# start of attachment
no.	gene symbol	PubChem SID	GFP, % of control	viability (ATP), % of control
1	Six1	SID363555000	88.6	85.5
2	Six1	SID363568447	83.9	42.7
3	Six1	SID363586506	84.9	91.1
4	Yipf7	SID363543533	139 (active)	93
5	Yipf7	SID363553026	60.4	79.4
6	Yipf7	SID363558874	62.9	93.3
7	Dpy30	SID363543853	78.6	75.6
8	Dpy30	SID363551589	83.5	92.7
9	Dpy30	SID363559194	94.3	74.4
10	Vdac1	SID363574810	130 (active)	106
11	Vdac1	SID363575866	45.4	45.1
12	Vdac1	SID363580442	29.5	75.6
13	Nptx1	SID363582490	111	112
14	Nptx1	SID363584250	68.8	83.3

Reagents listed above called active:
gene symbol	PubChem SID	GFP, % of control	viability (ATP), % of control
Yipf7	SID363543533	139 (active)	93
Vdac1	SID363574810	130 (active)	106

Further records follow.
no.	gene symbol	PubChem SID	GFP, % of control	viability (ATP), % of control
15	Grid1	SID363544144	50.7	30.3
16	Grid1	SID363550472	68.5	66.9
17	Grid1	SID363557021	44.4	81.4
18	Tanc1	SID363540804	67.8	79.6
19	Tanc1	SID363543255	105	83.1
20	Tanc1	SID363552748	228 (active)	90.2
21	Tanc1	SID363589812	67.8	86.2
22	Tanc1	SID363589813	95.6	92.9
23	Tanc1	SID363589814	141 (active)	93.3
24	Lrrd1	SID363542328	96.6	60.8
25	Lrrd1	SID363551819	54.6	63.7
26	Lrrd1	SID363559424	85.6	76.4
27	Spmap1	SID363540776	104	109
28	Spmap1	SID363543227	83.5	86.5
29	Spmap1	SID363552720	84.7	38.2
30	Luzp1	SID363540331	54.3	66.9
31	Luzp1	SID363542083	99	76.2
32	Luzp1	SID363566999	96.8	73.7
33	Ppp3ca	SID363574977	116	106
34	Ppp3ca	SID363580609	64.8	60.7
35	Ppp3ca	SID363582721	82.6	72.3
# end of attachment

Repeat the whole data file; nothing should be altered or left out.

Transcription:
no.	gene symbol	PubChem SID	GFP, % of control	viability (ATP), % of control
1	Six1	SID363555000	88.6	85.5
2	Six1	SID363568447	83.9	42.7
3	Six1	SID363586506	84.9	91.1
4	Yipf7	SID363543533	139 (active)	93
5	Yipf7	SID363553026	60.4	79.4
6	Yipf7	SID363558874	62.9	93.3
7	Dpy30	SID363543853	78.6	75.6
8	Dpy30	SID363551589	83.5	92.7
9	Dpy30	SID363559194	94.3	74.4
10	Vdac1	SID363574810	130 (active)	106
11	Vdac1	SID363575866	45.4	45.1
12	Vdac1	SID363580442	29.5	75.6
13	Nptx1	SID363582490	111	112
14	Nptx1	SID363584250	68.8	83.3

Reagents listed above called active:
gene symbol	PubChem SID	GFP, % of control	viability (ATP), % of control
Yipf7	SID363543533	139 (active)	93
Vdac1	SID363574810	130 (active)	106

Further records follow.
no.	gene symbol	PubChem SID	GFP, % of control	viability (ATP), % of control
15	Grid1	SID363544144	50.7	30.3
16	Grid1	SID363550472	68.5	66.9
17	Grid1	SID363557021	44.4	81.4
18	Tanc1	SID363540804	67.8	79.6
19	Tanc1	SID363543255	105	83.1
20	Tanc1	SID363552748	228 (active)	90.2
21	Tanc1	SID363589812	67.8	86.2
22	Tanc1	SID363589813	95.6	92.9
23	Tanc1	SID363589814	141 (active)	93.3
24	Lrrd1	SID363542328	96.6	60.8
25	Lrrd1	SID363551819	54.6	63.7
26	Lrrd1	SID363559424	85.6	76.4
27	Spmap1	SID363540776	104	109
28	Spmap1	SID363543227	83.5	86.5
29	Spmap1	SID363552720	84.7	38.2
30	Luzp1	SID363540331	54.3	66.9
31	Luzp1	SID363542083	99	76.2
32	Luzp1	SID363566999	96.8	73.7
33	Ppp3ca	SID363574977	116	106
34	Ppp3ca	SID363580609	64.8	60.7
35	Ppp3ca	SID363582721	82.6	72.3